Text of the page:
The University of Warwick celebrated its 50 year anniversary in 2015 and many of the buildings on its Gibbet Hill Campus were purpose-built when the University was first established. Amongst these is the Life Sciences Building, which was constructed in 1965 and contains a lecture theatre, research labs and teaching spaces as well as offices and a café.
While the building is structurally sound, the building envelope had started to show signs of wear and tear and its distinctive black and white tile cladding was in urgent need of repair.
Explains Richard Weston, head of special projects at the University of Warwick’s estates department: “The tiles had faded and become discoloured over time which affected the building’s aesthetics but more recently they had started to loosen, prompting us to erect a scaffold to ensure that no tiles could fall onto circulation areas below.
“It was clear that we needed to take action quickly but any investment in addressing the cladding system had to be aligned to our wider property management strategy for the whole campus.”
While the university was committed to finding a solution that would improve both the condition and the appearance of the façades at the Life Sciences Building, it had to ensure that the chosen approach was selected in the context of a complete campus property review. The University was in the process of deciding which elements of its estates to refurbish and which to replace; a master planning process that is expected to take around two years.
It was clear that the issues with the cladding on the Life Sciences Building couldn’t wait that long, so the University decided to look for an affordable solution that would last for 5-10 years, while improving both the building’s aesthetics and the condition of the façade.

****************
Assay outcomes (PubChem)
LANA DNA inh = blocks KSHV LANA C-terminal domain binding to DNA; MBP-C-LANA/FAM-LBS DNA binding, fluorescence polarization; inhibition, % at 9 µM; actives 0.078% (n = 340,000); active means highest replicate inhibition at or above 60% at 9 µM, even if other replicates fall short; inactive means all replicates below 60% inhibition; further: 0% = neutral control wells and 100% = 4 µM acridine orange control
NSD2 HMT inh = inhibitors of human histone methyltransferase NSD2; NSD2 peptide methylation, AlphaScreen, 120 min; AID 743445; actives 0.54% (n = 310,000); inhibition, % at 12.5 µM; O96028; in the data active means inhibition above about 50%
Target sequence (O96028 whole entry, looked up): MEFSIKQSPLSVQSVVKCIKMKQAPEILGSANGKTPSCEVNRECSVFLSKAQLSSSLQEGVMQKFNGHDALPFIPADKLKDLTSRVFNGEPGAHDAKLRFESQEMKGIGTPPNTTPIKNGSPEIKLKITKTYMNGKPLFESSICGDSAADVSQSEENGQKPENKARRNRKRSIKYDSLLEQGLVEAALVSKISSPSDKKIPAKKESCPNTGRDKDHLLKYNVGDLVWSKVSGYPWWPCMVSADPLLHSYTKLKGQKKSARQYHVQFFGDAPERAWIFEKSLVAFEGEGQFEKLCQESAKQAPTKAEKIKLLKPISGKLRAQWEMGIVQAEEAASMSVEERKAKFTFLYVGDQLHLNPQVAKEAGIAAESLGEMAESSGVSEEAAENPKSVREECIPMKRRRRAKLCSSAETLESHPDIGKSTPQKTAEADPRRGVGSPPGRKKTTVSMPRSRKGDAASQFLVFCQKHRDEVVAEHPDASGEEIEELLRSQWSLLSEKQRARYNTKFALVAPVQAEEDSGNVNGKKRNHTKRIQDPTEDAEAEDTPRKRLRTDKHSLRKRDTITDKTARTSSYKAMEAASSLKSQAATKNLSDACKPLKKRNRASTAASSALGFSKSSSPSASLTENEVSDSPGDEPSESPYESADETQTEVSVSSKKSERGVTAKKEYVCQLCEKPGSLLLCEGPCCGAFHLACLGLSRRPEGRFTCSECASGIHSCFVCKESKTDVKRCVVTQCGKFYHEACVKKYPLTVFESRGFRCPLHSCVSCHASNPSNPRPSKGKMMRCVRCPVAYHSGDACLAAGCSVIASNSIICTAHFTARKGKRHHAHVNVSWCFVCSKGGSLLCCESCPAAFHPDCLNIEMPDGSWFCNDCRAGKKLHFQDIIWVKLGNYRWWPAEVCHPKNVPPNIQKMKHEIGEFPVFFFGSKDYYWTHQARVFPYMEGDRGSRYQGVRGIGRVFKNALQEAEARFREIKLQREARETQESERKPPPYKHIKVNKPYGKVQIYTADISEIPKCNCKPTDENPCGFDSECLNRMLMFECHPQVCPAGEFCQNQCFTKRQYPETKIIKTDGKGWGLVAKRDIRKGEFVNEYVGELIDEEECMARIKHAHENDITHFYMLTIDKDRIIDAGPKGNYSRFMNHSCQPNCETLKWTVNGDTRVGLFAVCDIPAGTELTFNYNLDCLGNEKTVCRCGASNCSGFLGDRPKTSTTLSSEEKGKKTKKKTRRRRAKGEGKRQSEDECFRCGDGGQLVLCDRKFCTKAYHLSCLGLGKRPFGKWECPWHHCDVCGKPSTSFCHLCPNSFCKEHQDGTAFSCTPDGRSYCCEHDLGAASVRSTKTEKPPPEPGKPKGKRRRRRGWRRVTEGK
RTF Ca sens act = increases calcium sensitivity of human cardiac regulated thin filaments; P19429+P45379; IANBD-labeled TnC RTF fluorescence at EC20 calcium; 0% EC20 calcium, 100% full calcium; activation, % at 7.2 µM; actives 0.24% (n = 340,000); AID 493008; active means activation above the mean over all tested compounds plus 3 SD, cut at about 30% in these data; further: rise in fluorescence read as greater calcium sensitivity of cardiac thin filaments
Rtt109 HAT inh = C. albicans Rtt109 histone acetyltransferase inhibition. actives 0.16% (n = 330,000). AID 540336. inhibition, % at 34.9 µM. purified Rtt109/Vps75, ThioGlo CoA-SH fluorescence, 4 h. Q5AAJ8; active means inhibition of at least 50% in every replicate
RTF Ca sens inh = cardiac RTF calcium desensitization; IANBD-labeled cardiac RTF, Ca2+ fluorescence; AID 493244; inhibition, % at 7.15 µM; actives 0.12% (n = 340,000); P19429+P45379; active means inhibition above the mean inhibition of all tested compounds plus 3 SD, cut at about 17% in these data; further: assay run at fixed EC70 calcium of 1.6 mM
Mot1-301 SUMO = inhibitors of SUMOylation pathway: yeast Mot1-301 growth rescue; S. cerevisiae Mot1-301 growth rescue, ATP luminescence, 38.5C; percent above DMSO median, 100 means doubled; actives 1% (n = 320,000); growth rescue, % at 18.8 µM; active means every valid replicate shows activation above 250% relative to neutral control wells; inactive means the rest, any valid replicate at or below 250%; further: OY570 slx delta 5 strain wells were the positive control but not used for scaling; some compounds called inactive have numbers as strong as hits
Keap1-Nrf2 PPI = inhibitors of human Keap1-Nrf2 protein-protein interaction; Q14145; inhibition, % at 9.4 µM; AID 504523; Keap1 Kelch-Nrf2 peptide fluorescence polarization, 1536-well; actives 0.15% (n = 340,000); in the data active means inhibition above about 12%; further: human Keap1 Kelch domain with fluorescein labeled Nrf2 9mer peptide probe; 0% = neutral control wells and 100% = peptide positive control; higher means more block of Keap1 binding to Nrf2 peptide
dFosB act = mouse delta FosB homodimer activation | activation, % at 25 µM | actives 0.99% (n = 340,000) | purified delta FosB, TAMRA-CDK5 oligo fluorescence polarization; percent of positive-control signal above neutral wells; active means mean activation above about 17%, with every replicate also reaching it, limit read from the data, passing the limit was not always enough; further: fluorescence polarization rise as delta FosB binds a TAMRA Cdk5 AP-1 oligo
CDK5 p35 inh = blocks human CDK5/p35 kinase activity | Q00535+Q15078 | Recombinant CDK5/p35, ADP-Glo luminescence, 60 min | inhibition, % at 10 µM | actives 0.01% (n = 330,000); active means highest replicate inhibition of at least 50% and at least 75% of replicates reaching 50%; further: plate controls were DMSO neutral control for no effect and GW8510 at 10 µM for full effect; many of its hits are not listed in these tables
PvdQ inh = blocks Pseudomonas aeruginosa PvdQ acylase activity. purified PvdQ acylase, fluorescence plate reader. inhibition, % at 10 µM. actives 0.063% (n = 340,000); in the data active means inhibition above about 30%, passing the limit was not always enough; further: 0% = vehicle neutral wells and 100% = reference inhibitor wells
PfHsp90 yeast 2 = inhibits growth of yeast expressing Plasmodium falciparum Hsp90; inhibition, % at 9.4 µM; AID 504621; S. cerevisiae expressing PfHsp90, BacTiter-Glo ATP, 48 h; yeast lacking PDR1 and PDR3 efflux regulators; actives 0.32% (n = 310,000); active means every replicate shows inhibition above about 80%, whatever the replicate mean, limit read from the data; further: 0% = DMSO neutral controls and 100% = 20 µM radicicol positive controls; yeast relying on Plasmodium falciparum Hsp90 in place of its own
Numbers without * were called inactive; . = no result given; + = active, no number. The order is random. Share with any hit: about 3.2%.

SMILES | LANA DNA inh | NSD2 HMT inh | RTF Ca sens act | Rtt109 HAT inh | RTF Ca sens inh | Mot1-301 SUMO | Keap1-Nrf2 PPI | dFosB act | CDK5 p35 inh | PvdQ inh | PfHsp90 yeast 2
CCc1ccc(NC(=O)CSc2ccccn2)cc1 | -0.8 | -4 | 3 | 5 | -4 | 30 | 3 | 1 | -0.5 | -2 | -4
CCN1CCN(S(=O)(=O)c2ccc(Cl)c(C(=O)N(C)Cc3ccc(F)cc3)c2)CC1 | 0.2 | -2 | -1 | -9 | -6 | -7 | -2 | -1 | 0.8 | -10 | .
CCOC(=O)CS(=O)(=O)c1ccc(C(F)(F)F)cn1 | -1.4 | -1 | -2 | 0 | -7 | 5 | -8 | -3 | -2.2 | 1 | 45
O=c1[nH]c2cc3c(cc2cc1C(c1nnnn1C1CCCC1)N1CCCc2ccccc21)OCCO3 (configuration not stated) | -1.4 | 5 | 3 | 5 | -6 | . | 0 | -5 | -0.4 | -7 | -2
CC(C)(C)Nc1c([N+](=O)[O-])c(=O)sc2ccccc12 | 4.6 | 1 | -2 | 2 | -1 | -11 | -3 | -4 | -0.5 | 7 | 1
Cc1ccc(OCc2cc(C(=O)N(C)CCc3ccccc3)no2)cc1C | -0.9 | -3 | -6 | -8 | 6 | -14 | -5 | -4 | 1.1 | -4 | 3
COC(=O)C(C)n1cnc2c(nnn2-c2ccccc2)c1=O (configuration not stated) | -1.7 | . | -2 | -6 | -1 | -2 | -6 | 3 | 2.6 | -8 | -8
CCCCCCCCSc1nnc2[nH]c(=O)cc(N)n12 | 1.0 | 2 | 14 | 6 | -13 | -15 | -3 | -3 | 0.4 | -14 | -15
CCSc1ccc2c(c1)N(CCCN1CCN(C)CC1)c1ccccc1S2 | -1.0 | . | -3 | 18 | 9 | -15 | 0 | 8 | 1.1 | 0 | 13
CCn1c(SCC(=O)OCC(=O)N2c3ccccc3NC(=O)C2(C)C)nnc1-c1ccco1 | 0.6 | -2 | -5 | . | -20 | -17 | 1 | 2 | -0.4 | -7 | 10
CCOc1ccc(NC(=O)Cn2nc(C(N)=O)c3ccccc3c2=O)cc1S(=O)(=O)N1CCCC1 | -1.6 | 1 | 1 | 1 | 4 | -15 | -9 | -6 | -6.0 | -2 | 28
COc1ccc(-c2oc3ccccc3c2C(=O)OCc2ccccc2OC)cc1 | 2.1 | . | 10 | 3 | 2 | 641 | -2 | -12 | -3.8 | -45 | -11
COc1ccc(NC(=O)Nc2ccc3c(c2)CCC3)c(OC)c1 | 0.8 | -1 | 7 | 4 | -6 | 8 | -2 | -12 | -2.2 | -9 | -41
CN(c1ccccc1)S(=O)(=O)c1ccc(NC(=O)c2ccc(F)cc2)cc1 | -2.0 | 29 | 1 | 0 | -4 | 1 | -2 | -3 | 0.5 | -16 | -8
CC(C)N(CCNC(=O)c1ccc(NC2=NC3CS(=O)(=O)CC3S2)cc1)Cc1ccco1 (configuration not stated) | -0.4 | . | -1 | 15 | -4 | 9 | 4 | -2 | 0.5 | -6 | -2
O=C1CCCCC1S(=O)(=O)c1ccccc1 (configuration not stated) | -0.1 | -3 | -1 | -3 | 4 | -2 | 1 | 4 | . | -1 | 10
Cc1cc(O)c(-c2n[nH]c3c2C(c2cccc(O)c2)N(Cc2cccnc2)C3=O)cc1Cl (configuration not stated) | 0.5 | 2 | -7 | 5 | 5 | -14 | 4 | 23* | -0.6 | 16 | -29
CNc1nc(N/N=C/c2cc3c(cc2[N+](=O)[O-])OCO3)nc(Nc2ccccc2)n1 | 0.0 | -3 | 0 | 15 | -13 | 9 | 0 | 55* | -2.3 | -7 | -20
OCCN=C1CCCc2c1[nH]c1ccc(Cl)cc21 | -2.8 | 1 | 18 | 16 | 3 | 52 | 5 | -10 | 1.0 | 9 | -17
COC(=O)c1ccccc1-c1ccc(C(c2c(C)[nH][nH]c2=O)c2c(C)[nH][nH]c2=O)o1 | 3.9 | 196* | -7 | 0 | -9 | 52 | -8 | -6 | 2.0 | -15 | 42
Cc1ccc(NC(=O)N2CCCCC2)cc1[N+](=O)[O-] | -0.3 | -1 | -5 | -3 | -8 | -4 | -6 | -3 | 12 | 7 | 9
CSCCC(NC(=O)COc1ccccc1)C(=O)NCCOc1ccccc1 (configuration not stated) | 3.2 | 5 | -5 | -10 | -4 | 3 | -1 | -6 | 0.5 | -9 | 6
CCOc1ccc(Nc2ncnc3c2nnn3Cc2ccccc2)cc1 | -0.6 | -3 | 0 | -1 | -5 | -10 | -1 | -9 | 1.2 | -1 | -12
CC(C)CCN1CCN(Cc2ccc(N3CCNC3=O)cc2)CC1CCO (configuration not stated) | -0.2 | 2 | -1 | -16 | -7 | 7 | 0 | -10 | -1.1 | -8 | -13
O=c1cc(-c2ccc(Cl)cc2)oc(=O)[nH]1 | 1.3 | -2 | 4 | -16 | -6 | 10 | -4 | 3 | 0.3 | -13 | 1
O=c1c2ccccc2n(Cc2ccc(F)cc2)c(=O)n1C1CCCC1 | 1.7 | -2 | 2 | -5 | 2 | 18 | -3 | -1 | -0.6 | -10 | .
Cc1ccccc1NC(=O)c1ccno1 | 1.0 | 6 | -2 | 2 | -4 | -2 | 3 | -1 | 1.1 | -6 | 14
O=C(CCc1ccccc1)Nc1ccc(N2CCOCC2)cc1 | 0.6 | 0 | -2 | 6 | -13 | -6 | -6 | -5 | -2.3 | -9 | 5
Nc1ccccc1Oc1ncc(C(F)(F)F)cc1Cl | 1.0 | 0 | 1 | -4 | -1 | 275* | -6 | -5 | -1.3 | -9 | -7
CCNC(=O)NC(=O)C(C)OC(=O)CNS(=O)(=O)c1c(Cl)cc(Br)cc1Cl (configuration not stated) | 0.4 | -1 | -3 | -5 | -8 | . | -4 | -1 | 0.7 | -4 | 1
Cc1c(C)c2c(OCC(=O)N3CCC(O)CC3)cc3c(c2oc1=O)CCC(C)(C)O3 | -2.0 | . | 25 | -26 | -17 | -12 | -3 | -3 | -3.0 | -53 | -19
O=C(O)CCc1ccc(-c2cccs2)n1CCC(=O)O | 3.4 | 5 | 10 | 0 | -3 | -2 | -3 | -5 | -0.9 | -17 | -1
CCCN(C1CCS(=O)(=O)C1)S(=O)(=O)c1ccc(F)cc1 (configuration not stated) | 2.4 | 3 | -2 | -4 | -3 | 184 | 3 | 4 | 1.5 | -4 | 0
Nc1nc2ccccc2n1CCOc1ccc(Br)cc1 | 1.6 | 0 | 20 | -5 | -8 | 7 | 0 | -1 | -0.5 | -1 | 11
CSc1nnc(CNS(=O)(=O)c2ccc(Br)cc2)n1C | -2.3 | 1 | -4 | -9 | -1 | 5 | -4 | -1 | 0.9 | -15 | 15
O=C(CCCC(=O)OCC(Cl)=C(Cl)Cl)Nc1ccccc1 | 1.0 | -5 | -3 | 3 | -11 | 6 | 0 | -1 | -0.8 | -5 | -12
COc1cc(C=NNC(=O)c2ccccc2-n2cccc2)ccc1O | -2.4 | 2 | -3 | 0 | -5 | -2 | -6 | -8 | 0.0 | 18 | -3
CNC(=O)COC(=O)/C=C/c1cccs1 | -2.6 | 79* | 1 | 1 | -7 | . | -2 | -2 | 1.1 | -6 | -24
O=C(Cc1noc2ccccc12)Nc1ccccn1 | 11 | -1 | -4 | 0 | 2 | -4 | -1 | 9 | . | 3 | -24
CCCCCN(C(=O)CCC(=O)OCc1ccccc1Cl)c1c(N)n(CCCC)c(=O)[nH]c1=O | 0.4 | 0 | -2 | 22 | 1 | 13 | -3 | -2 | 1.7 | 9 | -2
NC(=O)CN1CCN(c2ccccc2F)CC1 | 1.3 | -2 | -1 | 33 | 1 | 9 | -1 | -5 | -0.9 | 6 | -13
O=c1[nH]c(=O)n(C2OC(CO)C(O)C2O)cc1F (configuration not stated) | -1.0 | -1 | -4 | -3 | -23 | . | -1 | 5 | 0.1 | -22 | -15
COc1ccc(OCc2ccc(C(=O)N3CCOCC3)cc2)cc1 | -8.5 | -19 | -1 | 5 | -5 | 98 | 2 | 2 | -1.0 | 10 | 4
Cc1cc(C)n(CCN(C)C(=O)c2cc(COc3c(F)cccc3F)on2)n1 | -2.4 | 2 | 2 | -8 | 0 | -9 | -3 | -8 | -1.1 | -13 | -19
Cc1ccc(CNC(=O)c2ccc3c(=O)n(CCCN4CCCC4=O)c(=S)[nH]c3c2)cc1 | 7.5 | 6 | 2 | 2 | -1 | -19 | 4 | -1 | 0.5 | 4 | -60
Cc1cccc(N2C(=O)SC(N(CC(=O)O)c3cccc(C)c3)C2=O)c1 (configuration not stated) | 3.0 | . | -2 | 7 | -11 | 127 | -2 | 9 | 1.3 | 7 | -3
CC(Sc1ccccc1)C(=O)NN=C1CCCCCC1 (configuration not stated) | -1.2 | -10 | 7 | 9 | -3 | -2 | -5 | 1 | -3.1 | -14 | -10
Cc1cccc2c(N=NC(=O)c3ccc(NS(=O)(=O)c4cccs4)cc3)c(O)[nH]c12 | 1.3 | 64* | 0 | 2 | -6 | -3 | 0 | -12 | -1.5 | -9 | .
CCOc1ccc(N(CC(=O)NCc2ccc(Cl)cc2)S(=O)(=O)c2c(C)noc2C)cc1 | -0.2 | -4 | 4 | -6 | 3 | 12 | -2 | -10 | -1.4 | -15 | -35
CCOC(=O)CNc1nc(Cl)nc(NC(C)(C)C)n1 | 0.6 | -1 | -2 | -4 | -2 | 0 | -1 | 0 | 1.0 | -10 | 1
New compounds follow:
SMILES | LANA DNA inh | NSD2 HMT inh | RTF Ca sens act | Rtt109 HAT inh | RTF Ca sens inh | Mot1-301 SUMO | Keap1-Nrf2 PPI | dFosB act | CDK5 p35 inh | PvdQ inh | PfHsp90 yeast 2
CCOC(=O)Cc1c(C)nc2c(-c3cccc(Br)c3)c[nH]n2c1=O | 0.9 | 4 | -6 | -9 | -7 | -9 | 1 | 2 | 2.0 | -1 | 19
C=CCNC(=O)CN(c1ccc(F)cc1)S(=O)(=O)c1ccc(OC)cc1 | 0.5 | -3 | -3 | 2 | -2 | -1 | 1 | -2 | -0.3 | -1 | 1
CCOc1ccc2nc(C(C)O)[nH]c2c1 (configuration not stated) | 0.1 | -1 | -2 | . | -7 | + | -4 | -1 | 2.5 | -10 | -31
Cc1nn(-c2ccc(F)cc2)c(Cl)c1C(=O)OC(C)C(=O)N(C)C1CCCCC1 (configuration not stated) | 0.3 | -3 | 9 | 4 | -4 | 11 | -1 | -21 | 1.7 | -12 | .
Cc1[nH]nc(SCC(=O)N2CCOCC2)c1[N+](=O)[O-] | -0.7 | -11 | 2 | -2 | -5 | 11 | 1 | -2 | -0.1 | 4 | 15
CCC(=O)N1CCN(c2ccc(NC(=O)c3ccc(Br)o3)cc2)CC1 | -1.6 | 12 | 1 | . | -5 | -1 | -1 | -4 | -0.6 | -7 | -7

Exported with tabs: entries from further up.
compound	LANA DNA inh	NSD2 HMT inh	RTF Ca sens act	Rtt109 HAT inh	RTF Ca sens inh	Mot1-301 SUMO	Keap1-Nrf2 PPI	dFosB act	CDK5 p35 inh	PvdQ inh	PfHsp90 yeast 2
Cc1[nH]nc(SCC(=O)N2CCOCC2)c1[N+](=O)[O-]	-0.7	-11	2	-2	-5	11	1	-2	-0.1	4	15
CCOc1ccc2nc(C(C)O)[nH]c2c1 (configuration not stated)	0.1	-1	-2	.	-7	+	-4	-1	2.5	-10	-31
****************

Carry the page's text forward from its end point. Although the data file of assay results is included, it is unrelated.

Richard continues: “While the cladding remediation was envisaged as ‘temporary’, we didn’t just want to patch it up; we needed an interim solution that would be robust and attractive with sufficient longevity to allow the property strategy to be agreed and implemented without the pressure of tackling this building first.
“I had used Kemper System’ products for a roofing project in a previous role and had been very impressed with both the product and the technical support the company provided. I didn’t know whether the roofing systems were suitable for facades or whether the company had any other products that could answer the requirement, but decided to see whether they could suggest a viable solution.”
While Kemper System had never been involved in a project to encapsulate a building’s cladded façade in the UK before, the Kemper System team was aware of similar schemes in Europe and visited the site to assess the building’s condition, discuss the University’s requirements and recommend a suitable approach.
Explains Stuart Hicks from Kemper System: “It was clear that the majority of the cladding tiles, while discoloured, were still in good order and remained secured to the façade with the original adhesive. However, some were loose and at risk of falling off, there were gaps where tiles had already been dislodged and there was no homogenous surface to protect the building from water ingress.